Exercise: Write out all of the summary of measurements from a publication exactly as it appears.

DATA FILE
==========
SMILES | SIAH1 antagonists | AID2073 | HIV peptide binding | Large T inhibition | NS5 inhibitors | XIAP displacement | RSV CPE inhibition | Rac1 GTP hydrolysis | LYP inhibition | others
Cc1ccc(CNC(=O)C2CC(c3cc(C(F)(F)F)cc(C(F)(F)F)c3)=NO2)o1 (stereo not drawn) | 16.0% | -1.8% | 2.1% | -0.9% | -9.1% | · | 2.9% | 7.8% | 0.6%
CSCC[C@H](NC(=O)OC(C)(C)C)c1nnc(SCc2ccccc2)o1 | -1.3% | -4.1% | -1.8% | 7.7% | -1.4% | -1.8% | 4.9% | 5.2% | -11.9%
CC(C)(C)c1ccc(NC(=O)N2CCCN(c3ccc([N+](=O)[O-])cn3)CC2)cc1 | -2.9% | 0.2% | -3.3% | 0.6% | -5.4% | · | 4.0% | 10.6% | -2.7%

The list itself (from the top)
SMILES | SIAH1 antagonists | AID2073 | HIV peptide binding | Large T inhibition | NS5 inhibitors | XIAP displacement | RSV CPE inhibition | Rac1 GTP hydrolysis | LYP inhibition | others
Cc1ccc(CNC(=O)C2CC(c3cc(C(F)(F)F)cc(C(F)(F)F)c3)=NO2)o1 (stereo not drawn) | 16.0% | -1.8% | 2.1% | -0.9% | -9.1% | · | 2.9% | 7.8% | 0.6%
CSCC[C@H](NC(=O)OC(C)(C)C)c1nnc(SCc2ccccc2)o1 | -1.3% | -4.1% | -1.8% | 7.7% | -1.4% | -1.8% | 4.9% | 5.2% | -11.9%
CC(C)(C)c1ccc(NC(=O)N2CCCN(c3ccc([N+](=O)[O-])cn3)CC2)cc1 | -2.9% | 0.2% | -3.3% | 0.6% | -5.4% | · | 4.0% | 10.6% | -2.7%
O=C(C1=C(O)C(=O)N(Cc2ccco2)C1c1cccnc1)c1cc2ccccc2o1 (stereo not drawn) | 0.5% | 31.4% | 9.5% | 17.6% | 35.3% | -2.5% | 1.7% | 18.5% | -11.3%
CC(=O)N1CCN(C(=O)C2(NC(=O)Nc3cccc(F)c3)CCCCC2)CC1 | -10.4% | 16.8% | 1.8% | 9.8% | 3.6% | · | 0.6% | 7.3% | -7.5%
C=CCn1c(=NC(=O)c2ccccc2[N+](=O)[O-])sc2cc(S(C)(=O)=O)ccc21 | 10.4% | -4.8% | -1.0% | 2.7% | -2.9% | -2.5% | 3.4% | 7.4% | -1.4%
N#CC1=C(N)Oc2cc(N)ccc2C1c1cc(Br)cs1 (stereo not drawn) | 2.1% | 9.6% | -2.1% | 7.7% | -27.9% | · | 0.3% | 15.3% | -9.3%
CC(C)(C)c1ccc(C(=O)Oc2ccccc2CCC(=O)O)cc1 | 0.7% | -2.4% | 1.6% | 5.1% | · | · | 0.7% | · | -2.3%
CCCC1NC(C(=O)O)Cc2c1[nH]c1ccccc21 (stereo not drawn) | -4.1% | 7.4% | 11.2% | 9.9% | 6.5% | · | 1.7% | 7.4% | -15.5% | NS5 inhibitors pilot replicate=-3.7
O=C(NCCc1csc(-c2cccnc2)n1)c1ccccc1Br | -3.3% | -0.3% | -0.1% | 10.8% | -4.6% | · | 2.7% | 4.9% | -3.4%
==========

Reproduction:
SMILES | SIAH1 antagonists | AID2073 | HIV peptide binding | Large T inhibition | NS5 inhibitors | XIAP displacement | RSV CPE inhibition | Rac1 GTP hydrolysis | LYP inhibition | others
Cc1ccc(CNC(=O)C2CC(c3cc(C(F)(F)F)cc(C(F)(F)F)c3)=NO2)o1 (stereo not drawn) | 16.0% | -1.8% | 2.1% | -0.9% | -9.1% | · | 2.9% | 7.8% | 0.6%
CSCC[C@H](NC(=O)OC(C)(C)C)c1nnc(SCc2ccccc2)o1 | -1.3% | -4.1% | -1.8% | 7.7% | -1.4% | -1.8% | 4.9% | 5.2% | -11.9%
CC(C)(C)c1ccc(NC(=O)N2CCCN(c3ccc([N+](=O)[O-])cn3)CC2)cc1 | -2.9% | 0.2% | -3.3% | 0.6% | -5.4% | · | 4.0% | 10.6% | -2.7%

The list itself (from the top)
SMILES | SIAH1 antagonists | AID2073 | HIV peptide binding | Large T inhibition | NS5 inhibitors | XIAP displacement | RSV CPE inhibition | Rac1 GTP hydrolysis | LYP inhibition | others
Cc1ccc(CNC(=O)C2CC(c3cc(C(F)(F)F)cc(C(F)(F)F)c3)=NO2)o1 (stereo not drawn) | 16.0% | -1.8% | 2.1% | -0.9% | -9.1% | · | 2.9% | 7.8% | 0.6%
CSCC[C@H](NC(=O)OC(C)(C)C)c1nnc(SCc2ccccc2)o1 | -1.3% | -4.1% | -1.8% | 7.7% | -1.4% | -1.8% | 4.9% | 5.2% | -11.9%
CC(C)(C)c1ccc(NC(=O)N2CCCN(c3ccc([N+](=O)[O-])cn3)CC2)cc1 | -2.9% | 0.2% | -3.3% | 0.6% | -5.4% | · | 4.0% | 10.6% | -2.7%
O=C(C1=C(O)C(=O)N(Cc2ccco2)C1c1cccnc1)c1cc2ccccc2o1 (stereo not drawn) | 0.5% | 31.4% | 9.5% | 17.6% | 35.3% | -2.5% | 1.7% | 18.5% | -11.3%
CC(=O)N1CCN(C(=O)C2(NC(=O)Nc3cccc(F)c3)CCCCC2)CC1 | -10.4% | 16.8% | 1.8% | 9.8% | 3.6% | · | 0.6% | 7.3% | -7.5%
C=CCn1c(=NC(=O)c2ccccc2[N+](=O)[O-])sc2cc(S(C)(=O)=O)ccc21 | 10.4% | -4.8% | -1.0% | 2.7% | -2.9% | -2.5% | 3.4% | 7.4% | -1.4%
N#CC1=C(N)Oc2cc(N)ccc2C1c1cc(Br)cs1 (stereo not drawn) | 2.1% | 9.6% | -2.1% | 7.7% | -27.9% | · | 0.3% | 15.3% | -9.3%
CC(C)(C)c1ccc(C(=O)Oc2ccccc2CCC(=O)O)cc1 | 0.7% | -2.4% | 1.6% | 5.1% | · | · | 0.7% | · | -2.3%
CCCC1NC(C(=O)O)Cc2c1[nH]c1ccccc21 (stereo not drawn) | -4.1% | 7.4% | 11.2% | 9.9% | 6.5% | · | 1.7% | 7.4% | -15.5% | NS5 inhibitors pilot replicate=-3.7
O=C(NCCc1csc(-c2cccnc2)n1)c1ccccc1Br | -3.3% | -0.3% | -0.1% | 10.8% | -4.6% | · | 2.7% | 4.9% | -3.4%